How To Name Your Daughter

It’s been a good few years since Johnny Cash told us that it’s difficult to be a boy called Sue (yea, yea, I know Shel Silverstein did it first - but sshh, listen!) and we’ve had a fair amount of time to lament his fate. You may remember that the Sue in question was so perturbed about his moniker - even more so than his father’s abandonment of his son at three years old - that he hunts down his daddy and attempts to kill him, before a tearful explanation and reunion. Reunion notwithstanding, the point remains: waltzing around with such a girlie name has given Sue a tough time throughout the years, and though the ridicule is exaggerated for artistic effect, we can imagine similar dilemmas in this age.

When we sit down to name our children (never done it, but I imagine it’s an activity that shouldn’t be done standing, lest it possibly lead to blows), we hardly ever take into account the social ramifications. Much is made of checking that the initials don’t spell out SEX or FUK or something similar, or running through every possible nickname scenario (remember: a Francesca who is raised in Germany WILL get called Fanny.) But it might be worth examining how much social clout a Daisy actually has in comparison to her male counterpart called Daniel. Or whether Fifi Trixibelle - the least fame-hungry Geldof sister - might have been taken more seriously with a name like Katherine or Lauren.

As the semi-proud owner of a silly flower name, I come at this as objectively as I can. Your name is a word that you will hear on a daily basis, for the rest of your life (unless you choose the change it - but you have to have one, either way.) People’s names fly about readily in every context. The first thing you ask a person on meeting them is their name, and now that friending someone on Facebook prevails over swapping phone numbers during a night out, it’s even more important to remember them. Considering these rather obvious facts, it’s actually astounding that we regularly examine the language used to describe women in the media, but we allow popular names lists pass us by that are dominated by names like Lily, Ruby, Crystal and Jessalisalovelibella on one side, and Hunter, Mason, Strider and Steel on the other?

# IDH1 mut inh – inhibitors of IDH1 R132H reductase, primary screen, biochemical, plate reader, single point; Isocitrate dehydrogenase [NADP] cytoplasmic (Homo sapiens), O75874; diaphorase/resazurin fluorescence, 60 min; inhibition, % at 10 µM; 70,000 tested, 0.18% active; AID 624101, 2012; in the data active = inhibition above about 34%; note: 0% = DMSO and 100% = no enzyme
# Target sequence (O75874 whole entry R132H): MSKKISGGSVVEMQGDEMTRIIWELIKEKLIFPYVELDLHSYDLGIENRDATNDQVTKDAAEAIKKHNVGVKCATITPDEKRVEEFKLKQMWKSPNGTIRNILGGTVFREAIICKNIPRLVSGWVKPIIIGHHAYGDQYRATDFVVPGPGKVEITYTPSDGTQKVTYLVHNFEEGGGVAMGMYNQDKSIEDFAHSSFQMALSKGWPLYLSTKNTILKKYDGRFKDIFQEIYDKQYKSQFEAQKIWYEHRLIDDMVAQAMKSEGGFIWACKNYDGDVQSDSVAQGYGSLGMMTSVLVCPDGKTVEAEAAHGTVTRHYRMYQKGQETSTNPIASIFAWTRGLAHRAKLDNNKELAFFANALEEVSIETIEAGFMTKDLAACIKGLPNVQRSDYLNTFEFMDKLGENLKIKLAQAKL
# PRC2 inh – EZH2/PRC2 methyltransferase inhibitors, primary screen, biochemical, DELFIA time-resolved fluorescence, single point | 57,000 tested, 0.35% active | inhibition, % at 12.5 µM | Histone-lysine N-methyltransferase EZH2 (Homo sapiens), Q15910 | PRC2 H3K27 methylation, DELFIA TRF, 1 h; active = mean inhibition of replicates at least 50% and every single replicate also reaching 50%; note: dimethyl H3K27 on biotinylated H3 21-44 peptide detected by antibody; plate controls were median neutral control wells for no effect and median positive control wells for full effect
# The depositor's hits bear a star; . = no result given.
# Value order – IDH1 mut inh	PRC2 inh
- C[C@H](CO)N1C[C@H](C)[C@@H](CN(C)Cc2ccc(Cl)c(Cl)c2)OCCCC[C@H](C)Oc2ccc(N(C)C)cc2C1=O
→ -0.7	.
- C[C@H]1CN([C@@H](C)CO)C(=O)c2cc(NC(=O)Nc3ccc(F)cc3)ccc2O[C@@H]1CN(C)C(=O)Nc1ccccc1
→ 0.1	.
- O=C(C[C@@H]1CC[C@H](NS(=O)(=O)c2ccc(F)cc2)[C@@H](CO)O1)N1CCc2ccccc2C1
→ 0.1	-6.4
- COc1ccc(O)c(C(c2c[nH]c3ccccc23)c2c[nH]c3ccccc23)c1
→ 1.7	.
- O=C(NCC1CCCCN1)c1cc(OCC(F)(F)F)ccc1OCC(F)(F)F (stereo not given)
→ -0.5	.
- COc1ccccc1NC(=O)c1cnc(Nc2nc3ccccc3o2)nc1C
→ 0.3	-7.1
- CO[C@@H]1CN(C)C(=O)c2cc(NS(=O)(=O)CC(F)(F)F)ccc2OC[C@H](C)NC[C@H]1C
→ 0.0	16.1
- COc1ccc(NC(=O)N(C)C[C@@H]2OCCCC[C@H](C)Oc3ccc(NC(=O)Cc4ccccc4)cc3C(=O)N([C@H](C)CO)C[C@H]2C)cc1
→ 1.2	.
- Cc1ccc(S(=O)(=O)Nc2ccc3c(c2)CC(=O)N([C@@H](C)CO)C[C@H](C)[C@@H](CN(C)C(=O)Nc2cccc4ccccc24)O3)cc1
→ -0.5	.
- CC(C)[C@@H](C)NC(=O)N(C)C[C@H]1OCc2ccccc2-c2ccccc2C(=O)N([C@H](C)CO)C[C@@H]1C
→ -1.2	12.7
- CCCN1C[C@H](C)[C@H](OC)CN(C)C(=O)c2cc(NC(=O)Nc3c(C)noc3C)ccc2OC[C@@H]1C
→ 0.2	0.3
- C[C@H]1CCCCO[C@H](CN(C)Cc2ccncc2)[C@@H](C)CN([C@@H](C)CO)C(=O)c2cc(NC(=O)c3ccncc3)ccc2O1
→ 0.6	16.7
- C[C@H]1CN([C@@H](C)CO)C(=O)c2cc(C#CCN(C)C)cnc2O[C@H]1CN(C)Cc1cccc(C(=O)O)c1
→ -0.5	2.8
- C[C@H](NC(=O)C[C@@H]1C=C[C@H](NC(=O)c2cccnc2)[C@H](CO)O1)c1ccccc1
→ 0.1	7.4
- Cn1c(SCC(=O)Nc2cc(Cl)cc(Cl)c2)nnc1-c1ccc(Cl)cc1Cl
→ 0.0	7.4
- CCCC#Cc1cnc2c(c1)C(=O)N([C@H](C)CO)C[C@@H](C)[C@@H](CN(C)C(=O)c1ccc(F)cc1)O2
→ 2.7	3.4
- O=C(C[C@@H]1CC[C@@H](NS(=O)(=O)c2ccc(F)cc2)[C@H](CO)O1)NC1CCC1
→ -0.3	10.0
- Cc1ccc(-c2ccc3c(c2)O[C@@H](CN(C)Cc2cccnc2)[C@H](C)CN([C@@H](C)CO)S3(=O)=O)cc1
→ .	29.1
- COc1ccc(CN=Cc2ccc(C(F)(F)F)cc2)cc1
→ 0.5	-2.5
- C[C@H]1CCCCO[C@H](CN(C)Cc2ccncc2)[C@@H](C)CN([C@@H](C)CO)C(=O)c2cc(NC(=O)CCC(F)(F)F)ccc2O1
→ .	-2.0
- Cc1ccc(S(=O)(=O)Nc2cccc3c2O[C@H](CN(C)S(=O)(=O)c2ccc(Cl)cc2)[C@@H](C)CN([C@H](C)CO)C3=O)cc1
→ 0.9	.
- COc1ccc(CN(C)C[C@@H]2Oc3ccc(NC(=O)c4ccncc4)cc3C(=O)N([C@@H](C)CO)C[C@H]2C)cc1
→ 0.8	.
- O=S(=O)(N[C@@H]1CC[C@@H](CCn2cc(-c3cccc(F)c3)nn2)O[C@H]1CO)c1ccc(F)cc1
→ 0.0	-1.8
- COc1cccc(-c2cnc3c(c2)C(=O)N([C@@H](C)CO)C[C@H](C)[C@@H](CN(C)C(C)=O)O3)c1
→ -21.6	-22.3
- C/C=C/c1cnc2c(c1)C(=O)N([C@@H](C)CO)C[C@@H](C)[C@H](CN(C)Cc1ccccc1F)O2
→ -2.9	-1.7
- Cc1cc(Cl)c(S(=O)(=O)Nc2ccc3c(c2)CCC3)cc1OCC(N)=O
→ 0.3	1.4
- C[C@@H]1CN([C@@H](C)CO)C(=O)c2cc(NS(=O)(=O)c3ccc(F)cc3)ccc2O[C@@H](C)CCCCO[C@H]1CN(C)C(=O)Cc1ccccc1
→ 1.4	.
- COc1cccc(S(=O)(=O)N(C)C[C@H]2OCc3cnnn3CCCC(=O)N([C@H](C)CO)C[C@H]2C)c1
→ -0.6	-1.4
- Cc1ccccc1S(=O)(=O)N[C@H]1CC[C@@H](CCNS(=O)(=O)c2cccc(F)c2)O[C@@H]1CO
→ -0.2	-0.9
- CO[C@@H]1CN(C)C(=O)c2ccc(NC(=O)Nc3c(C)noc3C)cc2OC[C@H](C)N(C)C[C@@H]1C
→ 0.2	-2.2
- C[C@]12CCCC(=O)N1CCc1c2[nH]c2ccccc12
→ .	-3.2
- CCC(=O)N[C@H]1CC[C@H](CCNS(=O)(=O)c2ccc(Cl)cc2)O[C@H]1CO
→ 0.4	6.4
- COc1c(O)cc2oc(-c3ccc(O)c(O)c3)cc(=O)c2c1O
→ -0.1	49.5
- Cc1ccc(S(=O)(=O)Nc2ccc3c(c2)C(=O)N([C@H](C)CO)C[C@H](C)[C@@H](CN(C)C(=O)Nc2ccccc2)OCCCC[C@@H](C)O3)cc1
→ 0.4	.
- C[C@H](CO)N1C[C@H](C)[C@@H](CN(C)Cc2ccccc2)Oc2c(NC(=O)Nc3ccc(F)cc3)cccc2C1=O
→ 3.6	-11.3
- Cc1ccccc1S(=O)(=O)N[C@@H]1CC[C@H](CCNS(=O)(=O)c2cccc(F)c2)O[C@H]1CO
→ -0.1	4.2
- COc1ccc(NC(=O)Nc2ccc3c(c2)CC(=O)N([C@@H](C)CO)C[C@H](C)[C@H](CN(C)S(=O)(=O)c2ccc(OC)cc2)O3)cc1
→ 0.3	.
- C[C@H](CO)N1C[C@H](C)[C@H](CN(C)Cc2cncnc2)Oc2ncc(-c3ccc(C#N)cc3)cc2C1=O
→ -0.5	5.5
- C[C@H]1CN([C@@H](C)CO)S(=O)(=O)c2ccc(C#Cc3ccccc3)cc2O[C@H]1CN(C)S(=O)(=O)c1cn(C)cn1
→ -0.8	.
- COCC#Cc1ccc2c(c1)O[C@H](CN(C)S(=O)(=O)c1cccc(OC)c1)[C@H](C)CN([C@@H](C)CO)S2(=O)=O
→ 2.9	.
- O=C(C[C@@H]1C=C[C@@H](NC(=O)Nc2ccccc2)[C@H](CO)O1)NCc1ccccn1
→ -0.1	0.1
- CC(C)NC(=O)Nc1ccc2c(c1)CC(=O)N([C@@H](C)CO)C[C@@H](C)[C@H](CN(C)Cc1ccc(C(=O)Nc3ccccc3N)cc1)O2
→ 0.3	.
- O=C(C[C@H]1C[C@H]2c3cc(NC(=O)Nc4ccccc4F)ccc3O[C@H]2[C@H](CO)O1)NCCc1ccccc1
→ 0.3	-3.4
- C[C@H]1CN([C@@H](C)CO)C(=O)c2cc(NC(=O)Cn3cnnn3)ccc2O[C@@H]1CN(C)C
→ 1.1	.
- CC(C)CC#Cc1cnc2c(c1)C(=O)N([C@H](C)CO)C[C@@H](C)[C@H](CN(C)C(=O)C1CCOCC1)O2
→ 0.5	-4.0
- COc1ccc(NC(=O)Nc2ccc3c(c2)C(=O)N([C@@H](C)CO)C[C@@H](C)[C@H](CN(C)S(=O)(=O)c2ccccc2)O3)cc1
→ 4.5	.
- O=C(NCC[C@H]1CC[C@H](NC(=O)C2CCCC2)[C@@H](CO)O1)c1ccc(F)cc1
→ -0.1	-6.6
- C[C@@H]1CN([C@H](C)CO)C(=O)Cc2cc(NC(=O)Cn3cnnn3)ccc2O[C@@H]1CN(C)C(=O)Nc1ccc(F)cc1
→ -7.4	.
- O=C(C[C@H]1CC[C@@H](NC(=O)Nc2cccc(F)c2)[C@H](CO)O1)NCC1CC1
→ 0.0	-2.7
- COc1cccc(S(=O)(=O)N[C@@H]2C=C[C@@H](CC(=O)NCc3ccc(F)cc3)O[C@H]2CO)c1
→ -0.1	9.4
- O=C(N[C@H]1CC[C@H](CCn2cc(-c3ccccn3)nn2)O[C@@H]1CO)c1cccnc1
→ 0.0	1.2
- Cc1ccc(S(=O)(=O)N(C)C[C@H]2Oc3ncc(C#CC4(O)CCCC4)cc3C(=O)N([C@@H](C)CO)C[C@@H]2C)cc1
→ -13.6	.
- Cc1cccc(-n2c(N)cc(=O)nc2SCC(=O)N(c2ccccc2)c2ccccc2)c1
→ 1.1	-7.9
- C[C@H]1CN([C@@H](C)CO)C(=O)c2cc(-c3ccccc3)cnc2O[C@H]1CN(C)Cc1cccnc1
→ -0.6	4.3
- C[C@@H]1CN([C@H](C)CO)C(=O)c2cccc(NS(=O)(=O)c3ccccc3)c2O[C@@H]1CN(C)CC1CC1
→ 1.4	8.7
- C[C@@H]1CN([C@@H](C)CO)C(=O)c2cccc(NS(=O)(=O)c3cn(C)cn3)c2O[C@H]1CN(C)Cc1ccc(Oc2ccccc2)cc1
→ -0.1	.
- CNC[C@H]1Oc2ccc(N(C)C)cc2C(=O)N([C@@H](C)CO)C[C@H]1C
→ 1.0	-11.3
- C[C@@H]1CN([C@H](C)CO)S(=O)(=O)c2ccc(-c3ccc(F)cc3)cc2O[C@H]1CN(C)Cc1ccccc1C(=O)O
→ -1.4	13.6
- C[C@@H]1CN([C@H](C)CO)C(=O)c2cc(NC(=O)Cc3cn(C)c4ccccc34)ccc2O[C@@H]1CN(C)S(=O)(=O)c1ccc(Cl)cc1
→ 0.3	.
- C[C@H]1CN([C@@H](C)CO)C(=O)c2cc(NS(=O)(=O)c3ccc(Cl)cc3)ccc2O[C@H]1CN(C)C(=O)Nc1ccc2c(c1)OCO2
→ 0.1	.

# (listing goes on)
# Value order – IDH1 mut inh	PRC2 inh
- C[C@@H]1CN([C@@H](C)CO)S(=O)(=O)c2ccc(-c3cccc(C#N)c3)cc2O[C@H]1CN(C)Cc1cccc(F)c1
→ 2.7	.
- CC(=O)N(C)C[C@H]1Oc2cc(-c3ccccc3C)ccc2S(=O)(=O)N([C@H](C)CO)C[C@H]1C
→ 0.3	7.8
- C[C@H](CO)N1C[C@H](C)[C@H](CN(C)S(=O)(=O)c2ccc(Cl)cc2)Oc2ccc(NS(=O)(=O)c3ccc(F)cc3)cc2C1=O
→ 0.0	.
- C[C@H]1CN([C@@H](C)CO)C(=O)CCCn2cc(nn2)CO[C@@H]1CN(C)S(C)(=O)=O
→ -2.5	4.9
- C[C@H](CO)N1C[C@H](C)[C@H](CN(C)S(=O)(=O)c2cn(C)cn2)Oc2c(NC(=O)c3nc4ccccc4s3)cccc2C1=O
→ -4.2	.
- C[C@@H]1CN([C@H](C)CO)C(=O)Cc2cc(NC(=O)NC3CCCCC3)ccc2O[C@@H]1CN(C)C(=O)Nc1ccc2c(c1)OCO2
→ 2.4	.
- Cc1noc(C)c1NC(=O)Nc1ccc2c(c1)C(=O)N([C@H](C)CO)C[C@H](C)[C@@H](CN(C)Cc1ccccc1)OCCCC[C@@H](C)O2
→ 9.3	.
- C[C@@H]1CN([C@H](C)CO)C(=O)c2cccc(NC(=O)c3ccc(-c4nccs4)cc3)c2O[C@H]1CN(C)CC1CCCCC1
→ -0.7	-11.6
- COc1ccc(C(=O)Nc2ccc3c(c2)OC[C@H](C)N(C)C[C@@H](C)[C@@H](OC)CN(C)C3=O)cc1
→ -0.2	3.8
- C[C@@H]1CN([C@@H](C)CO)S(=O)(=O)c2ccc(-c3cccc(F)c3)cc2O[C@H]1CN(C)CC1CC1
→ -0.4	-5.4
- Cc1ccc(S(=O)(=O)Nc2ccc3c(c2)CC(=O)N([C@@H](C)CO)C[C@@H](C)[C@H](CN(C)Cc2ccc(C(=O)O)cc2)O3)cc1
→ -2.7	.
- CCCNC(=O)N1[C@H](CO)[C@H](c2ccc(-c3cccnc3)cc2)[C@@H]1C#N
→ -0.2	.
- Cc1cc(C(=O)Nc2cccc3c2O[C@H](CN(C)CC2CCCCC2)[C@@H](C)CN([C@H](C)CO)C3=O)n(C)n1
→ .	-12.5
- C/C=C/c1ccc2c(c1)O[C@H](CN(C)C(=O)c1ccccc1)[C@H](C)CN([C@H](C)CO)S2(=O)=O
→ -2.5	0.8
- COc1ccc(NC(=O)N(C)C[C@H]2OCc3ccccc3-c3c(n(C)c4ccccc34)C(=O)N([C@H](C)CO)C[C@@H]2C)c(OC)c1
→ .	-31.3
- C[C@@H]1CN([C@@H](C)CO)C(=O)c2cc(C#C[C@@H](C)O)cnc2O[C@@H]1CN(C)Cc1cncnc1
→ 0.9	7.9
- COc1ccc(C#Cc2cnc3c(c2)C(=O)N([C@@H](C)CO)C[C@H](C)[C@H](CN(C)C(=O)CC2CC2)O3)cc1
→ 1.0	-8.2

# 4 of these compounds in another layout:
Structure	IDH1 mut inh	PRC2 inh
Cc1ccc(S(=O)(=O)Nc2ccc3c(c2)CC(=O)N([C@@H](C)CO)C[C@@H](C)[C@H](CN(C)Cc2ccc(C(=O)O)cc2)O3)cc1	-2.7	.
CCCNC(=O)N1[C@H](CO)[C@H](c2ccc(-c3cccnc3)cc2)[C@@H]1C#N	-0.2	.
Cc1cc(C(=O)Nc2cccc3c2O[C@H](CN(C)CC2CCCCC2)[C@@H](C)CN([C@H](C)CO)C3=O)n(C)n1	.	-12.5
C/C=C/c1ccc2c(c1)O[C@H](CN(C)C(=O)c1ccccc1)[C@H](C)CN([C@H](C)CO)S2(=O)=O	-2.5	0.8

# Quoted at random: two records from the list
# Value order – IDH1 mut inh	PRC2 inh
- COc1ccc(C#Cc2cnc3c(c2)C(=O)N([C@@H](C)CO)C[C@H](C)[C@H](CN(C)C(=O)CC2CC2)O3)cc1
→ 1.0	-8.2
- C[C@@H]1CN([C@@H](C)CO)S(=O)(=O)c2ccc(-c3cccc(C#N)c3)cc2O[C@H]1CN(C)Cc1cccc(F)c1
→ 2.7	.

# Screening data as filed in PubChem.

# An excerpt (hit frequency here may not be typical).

What sort of a world does a Pixie grow up into, as opposed to a Thomas? Sure, there are silly boys’ names - but they tend to be less diminutive. Famous ruiner of children’s names, Jamie Oliver, who managed to name his three daughters Daisy Boo, Poppy Honey Rosie, and Petal Blossom Rainbow (seriously), at least had the decency to chuck a tough animal in when he named his son Buddy Bear. A bear is a little less insulting than the hyperactive neon fairyland imagery that the words petal, blossom, and rainbow give rise to. And your buddy is on a par with you, but a poppy in close proximity with a rose covered in honey is just something ridiculous, cutesy, and probably extremely confusing on a culinary level (ironic, considering the career path that I’ve heard her father treads.)

So what is to be done? Well, very little: girls’ names are still celebrated for being ‘pretty’, while little boys should have a ‘strong’ name to carry them satisfactorily into manhood. My personal feeling is that this stems from a time when men were expected to change throughout their lives - have their boyhood, then renounce it for a Proper Job and a Proper Life - whereas women were expected to remain in a false infancy anyway, transferred between houses and father figures. And although you could attempt to make a similar argument for all unusual names (although I love unusual names, and am absolutely dedicated to the idea of naming my children Magnus and Margo), please don’t mistake it for the generic ‘Willow won’t get taken as seriously in the boardroom as Olivia’ jibe. Unusual names are great, and awesome, and creative. But the trends in male and female naming choices are real, and can’t be ignored.

Reinforcing gender stereotypes doesn’t actually get anymore linguistically brazen than having a son called Archer and a daughter called Violet. It may seem like an adorable sibset, but perhaps we should be encouraging people to think twice about such a move: when your brother is named after a skilled huntsmen from the eighteenth century and you’re named after a sweet-smelling plant that grows in the garden, you might have something to say about it if you think about it hard enough. And what’s going on with all the hundreds of female names that are just modified male ones? Do we really need more Harriets and Henriettas, Josephines and Thomasinas? Do we need to have a name that a man came to first?

Whichever way you look it, name-giving is another way of subtly selling in old ideas. It may not be the first thing (or indeed the thing) that you ever think of in relation to sexism, but there’s no use in ignoring it when it regularly shouts right into our ear on the playground, in the office, and in the courts of law. So let’s hear it for the Scouts and the Morgans of this world. You go, girl-boys! If I can’t tell your sex until you walk into my office, I think your parents might have been doing something right.